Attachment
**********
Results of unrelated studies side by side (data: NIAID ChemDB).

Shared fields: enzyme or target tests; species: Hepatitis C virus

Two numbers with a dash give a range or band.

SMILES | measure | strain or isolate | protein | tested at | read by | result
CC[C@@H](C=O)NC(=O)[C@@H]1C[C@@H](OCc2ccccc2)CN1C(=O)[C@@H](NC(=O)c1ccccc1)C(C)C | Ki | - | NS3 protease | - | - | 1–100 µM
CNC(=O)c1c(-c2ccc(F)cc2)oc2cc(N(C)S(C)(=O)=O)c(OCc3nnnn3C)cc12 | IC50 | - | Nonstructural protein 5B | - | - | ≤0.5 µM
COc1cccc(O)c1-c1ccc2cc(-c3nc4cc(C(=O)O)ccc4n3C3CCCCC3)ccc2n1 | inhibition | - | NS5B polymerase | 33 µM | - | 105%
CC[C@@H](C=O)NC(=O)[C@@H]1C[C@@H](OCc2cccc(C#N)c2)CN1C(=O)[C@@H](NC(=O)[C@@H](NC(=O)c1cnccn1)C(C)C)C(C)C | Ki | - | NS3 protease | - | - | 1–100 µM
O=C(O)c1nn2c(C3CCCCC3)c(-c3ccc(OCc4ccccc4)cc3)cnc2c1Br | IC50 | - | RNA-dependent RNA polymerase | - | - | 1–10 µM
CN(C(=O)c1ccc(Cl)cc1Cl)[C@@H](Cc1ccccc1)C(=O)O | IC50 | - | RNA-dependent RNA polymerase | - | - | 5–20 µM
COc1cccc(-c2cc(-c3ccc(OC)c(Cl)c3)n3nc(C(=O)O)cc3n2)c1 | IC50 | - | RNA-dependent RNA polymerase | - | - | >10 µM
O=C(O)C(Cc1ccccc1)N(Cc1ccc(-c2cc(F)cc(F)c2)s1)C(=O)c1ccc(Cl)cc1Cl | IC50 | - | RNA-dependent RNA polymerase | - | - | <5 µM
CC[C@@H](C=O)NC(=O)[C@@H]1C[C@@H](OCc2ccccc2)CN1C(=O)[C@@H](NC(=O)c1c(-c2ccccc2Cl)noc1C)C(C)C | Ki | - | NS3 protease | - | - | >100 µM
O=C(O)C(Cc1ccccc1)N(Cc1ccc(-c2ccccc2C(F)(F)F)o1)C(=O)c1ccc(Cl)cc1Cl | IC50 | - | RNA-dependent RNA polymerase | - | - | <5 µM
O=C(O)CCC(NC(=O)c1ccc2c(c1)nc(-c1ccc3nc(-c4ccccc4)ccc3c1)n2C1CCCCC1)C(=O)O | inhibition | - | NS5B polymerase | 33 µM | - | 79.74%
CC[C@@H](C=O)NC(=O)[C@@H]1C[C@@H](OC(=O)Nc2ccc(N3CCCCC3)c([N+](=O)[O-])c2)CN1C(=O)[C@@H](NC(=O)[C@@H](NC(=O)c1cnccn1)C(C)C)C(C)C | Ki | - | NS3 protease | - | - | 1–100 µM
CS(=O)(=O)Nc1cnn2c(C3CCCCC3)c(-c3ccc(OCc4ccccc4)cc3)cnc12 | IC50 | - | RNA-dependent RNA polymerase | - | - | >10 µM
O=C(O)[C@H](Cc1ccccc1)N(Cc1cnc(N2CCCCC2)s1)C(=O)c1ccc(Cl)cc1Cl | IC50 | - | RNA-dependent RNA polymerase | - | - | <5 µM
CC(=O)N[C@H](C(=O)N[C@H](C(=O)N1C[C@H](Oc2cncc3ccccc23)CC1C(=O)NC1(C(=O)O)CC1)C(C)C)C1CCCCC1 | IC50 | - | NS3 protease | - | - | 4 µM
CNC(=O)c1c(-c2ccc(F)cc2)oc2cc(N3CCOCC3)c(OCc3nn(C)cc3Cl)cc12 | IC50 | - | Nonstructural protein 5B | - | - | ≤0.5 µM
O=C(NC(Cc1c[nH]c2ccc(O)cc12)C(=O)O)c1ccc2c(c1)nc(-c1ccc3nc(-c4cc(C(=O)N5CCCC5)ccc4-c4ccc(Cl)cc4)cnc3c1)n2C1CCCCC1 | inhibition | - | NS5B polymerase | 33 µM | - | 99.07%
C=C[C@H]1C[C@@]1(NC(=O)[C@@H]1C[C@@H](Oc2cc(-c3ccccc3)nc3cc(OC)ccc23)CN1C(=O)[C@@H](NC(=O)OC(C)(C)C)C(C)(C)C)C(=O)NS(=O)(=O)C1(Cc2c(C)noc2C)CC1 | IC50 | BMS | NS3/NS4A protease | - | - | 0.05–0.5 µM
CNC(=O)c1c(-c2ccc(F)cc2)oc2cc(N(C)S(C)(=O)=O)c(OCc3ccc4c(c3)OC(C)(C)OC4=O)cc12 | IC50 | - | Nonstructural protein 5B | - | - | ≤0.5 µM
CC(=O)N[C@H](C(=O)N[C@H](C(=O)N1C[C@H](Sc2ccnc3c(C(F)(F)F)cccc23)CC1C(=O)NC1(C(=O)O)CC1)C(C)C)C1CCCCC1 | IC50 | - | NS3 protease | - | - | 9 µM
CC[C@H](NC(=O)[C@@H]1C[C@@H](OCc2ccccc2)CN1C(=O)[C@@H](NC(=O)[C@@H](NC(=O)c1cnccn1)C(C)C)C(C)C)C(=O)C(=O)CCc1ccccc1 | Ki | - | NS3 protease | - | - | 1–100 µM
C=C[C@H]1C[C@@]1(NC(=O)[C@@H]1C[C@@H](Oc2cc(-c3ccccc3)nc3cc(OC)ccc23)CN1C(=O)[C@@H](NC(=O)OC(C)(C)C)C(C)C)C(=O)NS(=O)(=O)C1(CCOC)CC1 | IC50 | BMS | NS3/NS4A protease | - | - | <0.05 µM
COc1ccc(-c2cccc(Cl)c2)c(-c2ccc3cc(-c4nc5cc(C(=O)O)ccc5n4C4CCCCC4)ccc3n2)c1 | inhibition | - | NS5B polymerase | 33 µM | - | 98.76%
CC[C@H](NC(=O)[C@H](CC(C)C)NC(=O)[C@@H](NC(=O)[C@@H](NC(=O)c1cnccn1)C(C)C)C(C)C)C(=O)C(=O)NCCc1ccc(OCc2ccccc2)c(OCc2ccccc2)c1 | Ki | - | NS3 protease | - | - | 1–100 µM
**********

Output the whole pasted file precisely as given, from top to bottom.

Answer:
Results of unrelated studies side by side (data: NIAID ChemDB).

Shared fields: enzyme or target tests; species: Hepatitis C virus

Two numbers with a dash give a range or band.

SMILES | measure | strain or isolate | protein | tested at | read by | result
CC[C@@H](C=O)NC(=O)[C@@H]1C[C@@H](OCc2ccccc2)CN1C(=O)[C@@H](NC(=O)c1ccccc1)C(C)C | Ki | - | NS3 protease | - | - | 1–100 µM
CNC(=O)c1c(-c2ccc(F)cc2)oc2cc(N(C)S(C)(=O)=O)c(OCc3nnnn3C)cc12 | IC50 | - | Nonstructural protein 5B | - | - | ≤0.5 µM
COc1cccc(O)c1-c1ccc2cc(-c3nc4cc(C(=O)O)ccc4n3C3CCCCC3)ccc2n1 | inhibition | - | NS5B polymerase | 33 µM | - | 105%
CC[C@@H](C=O)NC(=O)[C@@H]1C[C@@H](OCc2cccc(C#N)c2)CN1C(=O)[C@@H](NC(=O)[C@@H](NC(=O)c1cnccn1)C(C)C)C(C)C | Ki | - | NS3 protease | - | - | 1–100 µM
O=C(O)c1nn2c(C3CCCCC3)c(-c3ccc(OCc4ccccc4)cc3)cnc2c1Br | IC50 | - | RNA-dependent RNA polymerase | - | - | 1–10 µM
CN(C(=O)c1ccc(Cl)cc1Cl)[C@@H](Cc1ccccc1)C(=O)O | IC50 | - | RNA-dependent RNA polymerase | - | - | 5–20 µM
COc1cccc(-c2cc(-c3ccc(OC)c(Cl)c3)n3nc(C(=O)O)cc3n2)c1 | IC50 | - | RNA-dependent RNA polymerase | - | - | >10 µM
O=C(O)C(Cc1ccccc1)N(Cc1ccc(-c2cc(F)cc(F)c2)s1)C(=O)c1ccc(Cl)cc1Cl | IC50 | - | RNA-dependent RNA polymerase | - | - | <5 µM
CC[C@@H](C=O)NC(=O)[C@@H]1C[C@@H](OCc2ccccc2)CN1C(=O)[C@@H](NC(=O)c1c(-c2ccccc2Cl)noc1C)C(C)C | Ki | - | NS3 protease | - | - | >100 µM
O=C(O)C(Cc1ccccc1)N(Cc1ccc(-c2ccccc2C(F)(F)F)o1)C(=O)c1ccc(Cl)cc1Cl | IC50 | - | RNA-dependent RNA polymerase | - | - | <5 µM
O=C(O)CCC(NC(=O)c1ccc2c(c1)nc(-c1ccc3nc(-c4ccccc4)ccc3c1)n2C1CCCCC1)C(=O)O | inhibition | - | NS5B polymerase | 33 µM | - | 79.74%
CC[C@@H](C=O)NC(=O)[C@@H]1C[C@@H](OC(=O)Nc2ccc(N3CCCCC3)c([N+](=O)[O-])c2)CN1C(=O)[C@@H](NC(=O)[C@@H](NC(=O)c1cnccn1)C(C)C)C(C)C | Ki | - | NS3 protease | - | - | 1–100 µM
CS(=O)(=O)Nc1cnn2c(C3CCCCC3)c(-c3ccc(OCc4ccccc4)cc3)cnc12 | IC50 | - | RNA-dependent RNA polymerase | - | - | >10 µM
O=C(O)[C@H](Cc1ccccc1)N(Cc1cnc(N2CCCCC2)s1)C(=O)c1ccc(Cl)cc1Cl | IC50 | - | RNA-dependent RNA polymerase | - | - | <5 µM
CC(=O)N[C@H](C(=O)N[C@H](C(=O)N1C[C@H](Oc2cncc3ccccc23)CC1C(=O)NC1(C(=O)O)CC1)C(C)C)C1CCCCC1 | IC50 | - | NS3 protease | - | - | 4 µM
CNC(=O)c1c(-c2ccc(F)cc2)oc2cc(N3CCOCC3)c(OCc3nn(C)cc3Cl)cc12 | IC50 | - | Nonstructural protein 5B | - | - | ≤0.5 µM
O=C(NC(Cc1c[nH]c2ccc(O)cc12)C(=O)O)c1ccc2c(c1)nc(-c1ccc3nc(-c4cc(C(=O)N5CCCC5)ccc4-c4ccc(Cl)cc4)cnc3c1)n2C1CCCCC1 | inhibition | - | NS5B polymerase | 33 µM | - | 99.07%
C=C[C@H]1C[C@@]1(NC(=O)[C@@H]1C[C@@H](Oc2cc(-c3ccccc3)nc3cc(OC)ccc23)CN1C(=O)[C@@H](NC(=O)OC(C)(C)C)C(C)(C)C)C(=O)NS(=O)(=O)C1(Cc2c(C)noc2C)CC1 | IC50 | BMS | NS3/NS4A protease | - | - | 0.05–0.5 µM
CNC(=O)c1c(-c2ccc(F)cc2)oc2cc(N(C)S(C)(=O)=O)c(OCc3ccc4c(c3)OC(C)(C)OC4=O)cc12 | IC50 | - | Nonstructural protein 5B | - | - | ≤0.5 µM
CC(=O)N[C@H](C(=O)N[C@H](C(=O)N1C[C@H](Sc2ccnc3c(C(F)(F)F)cccc23)CC1C(=O)NC1(C(=O)O)CC1)C(C)C)C1CCCCC1 | IC50 | - | NS3 protease | - | - | 9 µM
CC[C@H](NC(=O)[C@@H]1C[C@@H](OCc2ccccc2)CN1C(=O)[C@@H](NC(=O)[C@@H](NC(=O)c1cnccn1)C(C)C)C(C)C)C(=O)C(=O)CCc1ccccc1 | Ki | - | NS3 protease | - | - | 1–100 µM
C=C[C@H]1C[C@@]1(NC(=O)[C@@H]1C[C@@H](Oc2cc(-c3ccccc3)nc3cc(OC)ccc23)CN1C(=O)[C@@H](NC(=O)OC(C)(C)C)C(C)C)C(=O)NS(=O)(=O)C1(CCOC)CC1 | IC50 | BMS | NS3/NS4A protease | - | - | <0.05 µM
COc1ccc(-c2cccc(Cl)c2)c(-c2ccc3cc(-c4nc5cc(C(=O)O)ccc5n4C4CCCCC4)ccc3n2)c1 | inhibition | - | NS5B polymerase | 33 µM | - | 98.76%
CC[C@H](NC(=O)[C@H](CC(C)C)NC(=O)[C@@H](NC(=O)[C@@H](NC(=O)c1cnccn1)C(C)C)C(C)C)C(=O)C(=O)NCCc1ccc(OCc2ccccc2)c(OCc2ccccc2)c1 | Ki | - | NS3 protease | - | - | 1–100 µM